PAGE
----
Partner Post: Five Key Factors Affecting Your Indoor Air Quality

April 9, 2020 Second Nature

This post was republished with permission from SecondNature.com

It’s common knowledge that air pollution is a health hazard to humans and animals. And while we usually think of air pollution as outdoor smoke and fumes, the Environmental Protection Agency reports that we spend approximately 90% of our time indoors, which means that the air quality in our homes is just as (if not more) important. Exposure to poor air quality indoors can produce minor symptoms like headaches, fatigue, and skin irritation. But it can also result in major health consequences, like respiratory illness, heart disease, and cancer.

That said, the first step to improving the air you breathe is knowing what affects it. Here are five key factors that contribute to the state of your home’s air quality:

Dust and other airborne particles

Dust is a combination of indoor and outdoor matter, such as soil, pet dander, and dead skin. Along with other airborne particles, it floats in the air and settles on surfaces. When you breathe in small doses of dust, you may experience sneezing, nasal congestion, and itchy eyes, ears, or throat. But in large concentrations, people with high sensitivities to dust can suffer from shortness of breath, tightening of the chest, or even sleep deprivation due to difficulties in breathing.

Easy steps like vacuuming regularly, using microfiber cloths for wiping surfaces, and changing your sheets weekly can help reduce the amount of dust indoors. In addition, tools like the MERV 13 air filter can also keep your home free of dust and other microscopic particles, like pollen and smoke.

Microbes

Microbial growth is another sign that you need to amp up your indoor air quality solutions. Plumbing issues are usually to blame for the growth of mildew and mold, as they cause excess moisture in floors, walls, and ceilings. In particular, HomeServe explains that mold thrives in these damp conditions, which can be due to hidden leaks and poor drainage systems. Exposure to mold does not only cause allergic reactions, it is also known to increase the risk of respiratory problems and trigger asthma attacks in individuals.

To solve this problem, homeowners need to go to the source and address their plumbing issues right away. This might mean contacting professionals and installing detection tools that can prevent future leaks.

Chemicals

The chemicals we use to keep a home clean and orderly may be doing more harm than good. Some might even contain Volatile Organic Compounds, or VOCs, which become trapped in a home’s foundations for many months. Some VOCs can be very harmful, particularly formaldehyde and benzene. These can be found in paints, aerosol sprays, and wood preservatives.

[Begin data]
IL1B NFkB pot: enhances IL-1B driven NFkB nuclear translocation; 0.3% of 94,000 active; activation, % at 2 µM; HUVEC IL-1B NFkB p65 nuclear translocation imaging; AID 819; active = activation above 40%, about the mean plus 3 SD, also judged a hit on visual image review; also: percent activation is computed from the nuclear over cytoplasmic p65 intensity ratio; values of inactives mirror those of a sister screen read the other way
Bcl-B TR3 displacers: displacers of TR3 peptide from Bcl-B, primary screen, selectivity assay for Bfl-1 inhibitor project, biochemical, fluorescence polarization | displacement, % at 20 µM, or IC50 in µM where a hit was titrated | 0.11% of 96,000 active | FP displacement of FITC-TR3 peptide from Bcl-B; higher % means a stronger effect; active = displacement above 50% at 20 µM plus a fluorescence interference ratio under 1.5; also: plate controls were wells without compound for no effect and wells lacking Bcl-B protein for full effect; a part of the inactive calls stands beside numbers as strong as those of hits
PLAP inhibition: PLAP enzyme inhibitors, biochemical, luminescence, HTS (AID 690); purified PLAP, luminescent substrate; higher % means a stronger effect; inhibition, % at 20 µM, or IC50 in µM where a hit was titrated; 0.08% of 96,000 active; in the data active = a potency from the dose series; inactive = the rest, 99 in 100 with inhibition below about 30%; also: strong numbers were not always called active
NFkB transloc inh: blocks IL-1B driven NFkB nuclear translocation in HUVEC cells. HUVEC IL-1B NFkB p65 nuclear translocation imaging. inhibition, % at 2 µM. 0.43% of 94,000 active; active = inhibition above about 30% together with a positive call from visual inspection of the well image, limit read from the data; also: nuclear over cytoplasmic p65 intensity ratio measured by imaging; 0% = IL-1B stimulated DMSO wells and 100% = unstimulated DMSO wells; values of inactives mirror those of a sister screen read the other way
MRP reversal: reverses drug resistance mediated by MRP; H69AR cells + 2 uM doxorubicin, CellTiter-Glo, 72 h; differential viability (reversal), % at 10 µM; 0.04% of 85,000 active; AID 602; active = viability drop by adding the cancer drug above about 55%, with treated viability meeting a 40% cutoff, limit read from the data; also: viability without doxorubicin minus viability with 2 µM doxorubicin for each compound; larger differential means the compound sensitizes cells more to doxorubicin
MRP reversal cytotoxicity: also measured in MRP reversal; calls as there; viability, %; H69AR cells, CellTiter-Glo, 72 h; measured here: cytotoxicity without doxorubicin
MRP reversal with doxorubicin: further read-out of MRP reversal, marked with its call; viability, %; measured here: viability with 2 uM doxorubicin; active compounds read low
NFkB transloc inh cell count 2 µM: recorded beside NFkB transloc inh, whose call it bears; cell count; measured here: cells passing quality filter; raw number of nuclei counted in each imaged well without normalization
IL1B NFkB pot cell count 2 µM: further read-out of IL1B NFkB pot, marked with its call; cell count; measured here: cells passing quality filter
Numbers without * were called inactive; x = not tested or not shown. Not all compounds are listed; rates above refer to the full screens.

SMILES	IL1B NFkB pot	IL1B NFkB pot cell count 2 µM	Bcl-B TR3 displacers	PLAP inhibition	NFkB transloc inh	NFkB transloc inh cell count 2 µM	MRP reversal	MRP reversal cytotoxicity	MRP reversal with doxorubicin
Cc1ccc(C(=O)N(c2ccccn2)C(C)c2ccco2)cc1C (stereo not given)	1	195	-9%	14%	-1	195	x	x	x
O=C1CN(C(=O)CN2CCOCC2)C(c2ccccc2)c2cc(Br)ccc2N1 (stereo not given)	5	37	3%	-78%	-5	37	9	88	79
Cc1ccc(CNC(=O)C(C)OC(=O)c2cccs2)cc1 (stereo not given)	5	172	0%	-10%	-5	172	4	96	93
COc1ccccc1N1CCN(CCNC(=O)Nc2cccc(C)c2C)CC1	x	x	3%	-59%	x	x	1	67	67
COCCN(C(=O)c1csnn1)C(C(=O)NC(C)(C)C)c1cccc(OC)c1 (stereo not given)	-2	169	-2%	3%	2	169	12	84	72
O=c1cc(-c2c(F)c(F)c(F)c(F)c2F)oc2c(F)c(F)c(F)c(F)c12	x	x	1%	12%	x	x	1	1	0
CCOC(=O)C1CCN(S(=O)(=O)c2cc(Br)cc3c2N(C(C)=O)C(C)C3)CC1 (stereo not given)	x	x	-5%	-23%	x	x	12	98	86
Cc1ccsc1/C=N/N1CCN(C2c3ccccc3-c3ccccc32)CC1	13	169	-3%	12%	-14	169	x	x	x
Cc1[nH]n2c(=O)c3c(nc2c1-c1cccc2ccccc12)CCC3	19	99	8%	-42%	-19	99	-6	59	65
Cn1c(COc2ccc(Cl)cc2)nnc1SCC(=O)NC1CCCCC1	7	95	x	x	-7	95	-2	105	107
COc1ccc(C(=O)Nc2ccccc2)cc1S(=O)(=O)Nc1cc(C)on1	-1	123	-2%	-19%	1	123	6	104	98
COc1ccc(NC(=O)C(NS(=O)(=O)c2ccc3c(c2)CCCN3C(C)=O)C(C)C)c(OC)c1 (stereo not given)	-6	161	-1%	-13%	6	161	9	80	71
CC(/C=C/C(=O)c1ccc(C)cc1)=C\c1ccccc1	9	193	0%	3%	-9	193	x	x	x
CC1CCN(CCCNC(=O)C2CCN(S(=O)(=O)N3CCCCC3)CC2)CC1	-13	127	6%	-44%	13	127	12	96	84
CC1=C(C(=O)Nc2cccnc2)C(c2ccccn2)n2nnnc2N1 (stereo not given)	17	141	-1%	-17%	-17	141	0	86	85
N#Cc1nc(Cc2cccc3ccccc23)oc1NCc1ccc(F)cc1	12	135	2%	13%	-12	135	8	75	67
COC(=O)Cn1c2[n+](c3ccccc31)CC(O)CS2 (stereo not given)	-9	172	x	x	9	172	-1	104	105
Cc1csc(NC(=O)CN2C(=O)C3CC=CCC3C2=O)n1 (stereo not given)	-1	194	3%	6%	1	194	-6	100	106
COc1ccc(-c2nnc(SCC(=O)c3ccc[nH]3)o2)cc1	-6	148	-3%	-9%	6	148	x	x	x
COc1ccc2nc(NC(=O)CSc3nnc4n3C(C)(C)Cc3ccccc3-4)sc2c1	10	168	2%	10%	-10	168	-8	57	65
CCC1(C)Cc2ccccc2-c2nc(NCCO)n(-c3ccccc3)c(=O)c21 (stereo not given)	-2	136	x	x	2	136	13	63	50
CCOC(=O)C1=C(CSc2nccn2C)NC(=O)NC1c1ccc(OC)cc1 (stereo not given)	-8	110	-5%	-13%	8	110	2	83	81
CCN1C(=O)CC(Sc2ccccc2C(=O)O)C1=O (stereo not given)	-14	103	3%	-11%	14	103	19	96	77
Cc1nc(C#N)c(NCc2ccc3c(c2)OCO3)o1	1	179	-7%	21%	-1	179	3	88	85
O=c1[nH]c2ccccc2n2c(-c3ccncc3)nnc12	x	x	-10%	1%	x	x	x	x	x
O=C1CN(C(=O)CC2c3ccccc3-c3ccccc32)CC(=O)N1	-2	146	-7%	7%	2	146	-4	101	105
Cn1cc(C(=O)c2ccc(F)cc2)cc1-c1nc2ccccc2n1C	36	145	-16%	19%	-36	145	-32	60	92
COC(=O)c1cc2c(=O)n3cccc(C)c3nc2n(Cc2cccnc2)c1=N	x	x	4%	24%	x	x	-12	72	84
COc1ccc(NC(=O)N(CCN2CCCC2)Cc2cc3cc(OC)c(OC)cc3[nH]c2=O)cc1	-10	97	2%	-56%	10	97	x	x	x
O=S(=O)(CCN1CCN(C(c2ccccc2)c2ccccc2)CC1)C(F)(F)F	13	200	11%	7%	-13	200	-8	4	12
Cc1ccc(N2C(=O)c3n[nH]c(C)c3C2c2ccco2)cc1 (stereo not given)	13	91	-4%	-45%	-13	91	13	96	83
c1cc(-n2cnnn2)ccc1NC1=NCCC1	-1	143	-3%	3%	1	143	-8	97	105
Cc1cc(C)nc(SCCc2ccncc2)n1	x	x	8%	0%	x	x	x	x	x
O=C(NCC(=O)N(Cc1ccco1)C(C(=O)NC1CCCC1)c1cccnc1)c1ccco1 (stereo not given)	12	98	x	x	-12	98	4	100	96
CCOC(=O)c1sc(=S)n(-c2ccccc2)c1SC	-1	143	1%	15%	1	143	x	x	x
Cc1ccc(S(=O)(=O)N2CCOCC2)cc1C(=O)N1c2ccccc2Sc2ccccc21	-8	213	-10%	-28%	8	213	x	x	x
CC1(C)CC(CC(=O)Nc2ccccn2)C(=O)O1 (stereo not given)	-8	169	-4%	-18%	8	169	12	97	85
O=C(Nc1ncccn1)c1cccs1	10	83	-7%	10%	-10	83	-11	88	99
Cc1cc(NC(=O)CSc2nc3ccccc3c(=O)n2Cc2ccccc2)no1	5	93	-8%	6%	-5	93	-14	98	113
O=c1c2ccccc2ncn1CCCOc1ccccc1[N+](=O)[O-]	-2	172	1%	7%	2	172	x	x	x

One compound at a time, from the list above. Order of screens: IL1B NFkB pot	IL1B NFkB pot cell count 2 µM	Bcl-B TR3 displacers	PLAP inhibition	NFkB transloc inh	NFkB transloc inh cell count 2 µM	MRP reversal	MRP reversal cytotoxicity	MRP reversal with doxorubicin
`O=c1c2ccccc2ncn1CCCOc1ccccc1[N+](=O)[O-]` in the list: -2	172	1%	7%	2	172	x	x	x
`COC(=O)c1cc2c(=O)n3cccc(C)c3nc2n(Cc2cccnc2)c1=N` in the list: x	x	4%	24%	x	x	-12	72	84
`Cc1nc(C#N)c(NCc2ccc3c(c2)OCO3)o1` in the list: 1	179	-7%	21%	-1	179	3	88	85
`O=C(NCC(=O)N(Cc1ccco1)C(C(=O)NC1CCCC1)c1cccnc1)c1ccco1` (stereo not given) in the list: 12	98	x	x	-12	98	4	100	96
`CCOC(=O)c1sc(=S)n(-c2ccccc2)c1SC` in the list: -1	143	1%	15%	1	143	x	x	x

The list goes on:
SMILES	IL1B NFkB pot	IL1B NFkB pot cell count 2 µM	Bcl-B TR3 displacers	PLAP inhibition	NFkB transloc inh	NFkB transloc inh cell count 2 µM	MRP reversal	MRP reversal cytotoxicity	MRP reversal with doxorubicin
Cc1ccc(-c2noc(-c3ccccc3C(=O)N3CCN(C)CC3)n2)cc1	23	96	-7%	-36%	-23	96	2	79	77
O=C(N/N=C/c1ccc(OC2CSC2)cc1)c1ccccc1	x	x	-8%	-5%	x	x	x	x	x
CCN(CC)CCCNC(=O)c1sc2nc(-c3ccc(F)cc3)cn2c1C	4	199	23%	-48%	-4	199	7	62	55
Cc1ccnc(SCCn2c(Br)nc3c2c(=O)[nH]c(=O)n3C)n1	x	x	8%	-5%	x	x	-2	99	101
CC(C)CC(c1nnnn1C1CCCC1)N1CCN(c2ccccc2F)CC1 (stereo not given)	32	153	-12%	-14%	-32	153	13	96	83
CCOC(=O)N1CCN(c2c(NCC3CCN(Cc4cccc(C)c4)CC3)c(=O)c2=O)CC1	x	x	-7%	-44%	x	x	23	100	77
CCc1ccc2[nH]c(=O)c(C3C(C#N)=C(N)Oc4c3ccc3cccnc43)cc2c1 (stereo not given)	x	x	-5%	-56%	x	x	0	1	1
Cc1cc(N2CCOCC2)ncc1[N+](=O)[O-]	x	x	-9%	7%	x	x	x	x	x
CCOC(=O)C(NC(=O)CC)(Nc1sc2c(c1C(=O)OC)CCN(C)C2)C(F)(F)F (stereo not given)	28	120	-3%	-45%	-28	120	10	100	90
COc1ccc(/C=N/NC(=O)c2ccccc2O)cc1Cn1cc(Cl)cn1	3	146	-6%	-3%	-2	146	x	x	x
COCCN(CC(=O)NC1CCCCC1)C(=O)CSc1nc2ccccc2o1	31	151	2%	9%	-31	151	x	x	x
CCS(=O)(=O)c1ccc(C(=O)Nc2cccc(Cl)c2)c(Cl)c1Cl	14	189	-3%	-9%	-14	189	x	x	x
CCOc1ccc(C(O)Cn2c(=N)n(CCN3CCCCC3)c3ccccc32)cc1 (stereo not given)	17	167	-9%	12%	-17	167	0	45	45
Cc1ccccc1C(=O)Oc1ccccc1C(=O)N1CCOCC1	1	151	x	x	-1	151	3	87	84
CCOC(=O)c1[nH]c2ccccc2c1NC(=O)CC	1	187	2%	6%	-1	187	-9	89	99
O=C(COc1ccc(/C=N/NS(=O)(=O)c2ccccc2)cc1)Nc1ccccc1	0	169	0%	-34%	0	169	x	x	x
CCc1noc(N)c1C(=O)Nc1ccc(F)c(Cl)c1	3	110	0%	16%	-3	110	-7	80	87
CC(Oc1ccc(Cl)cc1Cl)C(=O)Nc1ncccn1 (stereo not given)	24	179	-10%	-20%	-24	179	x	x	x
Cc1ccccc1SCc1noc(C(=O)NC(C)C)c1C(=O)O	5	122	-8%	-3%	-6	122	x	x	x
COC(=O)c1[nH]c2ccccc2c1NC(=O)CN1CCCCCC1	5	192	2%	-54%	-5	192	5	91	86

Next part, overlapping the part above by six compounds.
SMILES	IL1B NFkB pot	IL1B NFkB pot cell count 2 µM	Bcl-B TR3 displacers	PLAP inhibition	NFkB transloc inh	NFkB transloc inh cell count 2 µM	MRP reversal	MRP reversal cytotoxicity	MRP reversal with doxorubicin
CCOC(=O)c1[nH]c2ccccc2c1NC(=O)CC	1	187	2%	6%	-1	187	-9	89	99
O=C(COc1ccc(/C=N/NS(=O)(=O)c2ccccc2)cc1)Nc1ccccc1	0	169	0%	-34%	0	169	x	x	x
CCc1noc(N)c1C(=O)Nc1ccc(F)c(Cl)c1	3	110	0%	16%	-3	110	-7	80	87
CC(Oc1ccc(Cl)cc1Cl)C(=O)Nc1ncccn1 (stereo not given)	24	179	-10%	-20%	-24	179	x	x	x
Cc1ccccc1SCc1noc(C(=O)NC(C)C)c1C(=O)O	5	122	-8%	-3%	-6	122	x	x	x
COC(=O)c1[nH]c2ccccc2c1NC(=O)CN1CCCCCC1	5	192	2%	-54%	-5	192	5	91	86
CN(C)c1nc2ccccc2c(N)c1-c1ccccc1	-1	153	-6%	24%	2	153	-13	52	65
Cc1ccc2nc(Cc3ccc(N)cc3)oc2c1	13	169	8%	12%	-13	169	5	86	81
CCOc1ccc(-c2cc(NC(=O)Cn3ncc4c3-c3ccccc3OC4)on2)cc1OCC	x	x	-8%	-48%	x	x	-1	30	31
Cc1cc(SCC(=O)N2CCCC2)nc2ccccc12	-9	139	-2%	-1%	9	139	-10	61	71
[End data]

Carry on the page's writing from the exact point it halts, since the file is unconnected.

The simple solution is to switch from chemical-based treatments to organic products. Ditch the bleach for cleaning and go for homemade solutions like your very own mix of baking soda, vinegar, and lemon juice.

Humidity

Ideally, a home should have 30-50% relative humidity. That's because residents can experience eye irritation and several skin symptoms when it is too dry. This is most common during the winter months. Conversely, an indoor environment that’s too humid can breed microbes, which we’ve already covered as bad for one’s health.

Installing a humidifier is an easy hack as most gadgets allow you to set the ideal range for your home. Alternatively, you can use a dehumidifier if there is too much moisture in the air. Or, try cracking open a window or turning on the exhaust for even simpler solutions.

Ventilation

If you’re experiencing headaches, hypersensitivity, and fatigue, it may be a sign of high carbon dioxide levels in your home due to poor ventilation. Live Science highlights a study on the effects of too much carbon dioxide in the air, which includes impaired cognitive abilities and decision-making skills. Other than the physical symptoms, it may contribute to psychological distress and strain individual relationships.

Other than dedicated heating and cooling systems, one simple way to improve ventilation is to let the outdoor air in — provided that its quality isn’t compromised. Otherwise, you can opt for a reliable home ventilation system that isn’t affected by what the air is like outside your home.

For figuring out the next steps, check out our article How to Test The Air Quality in Your Home for deeper insight into improving your home life.

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Second Nature

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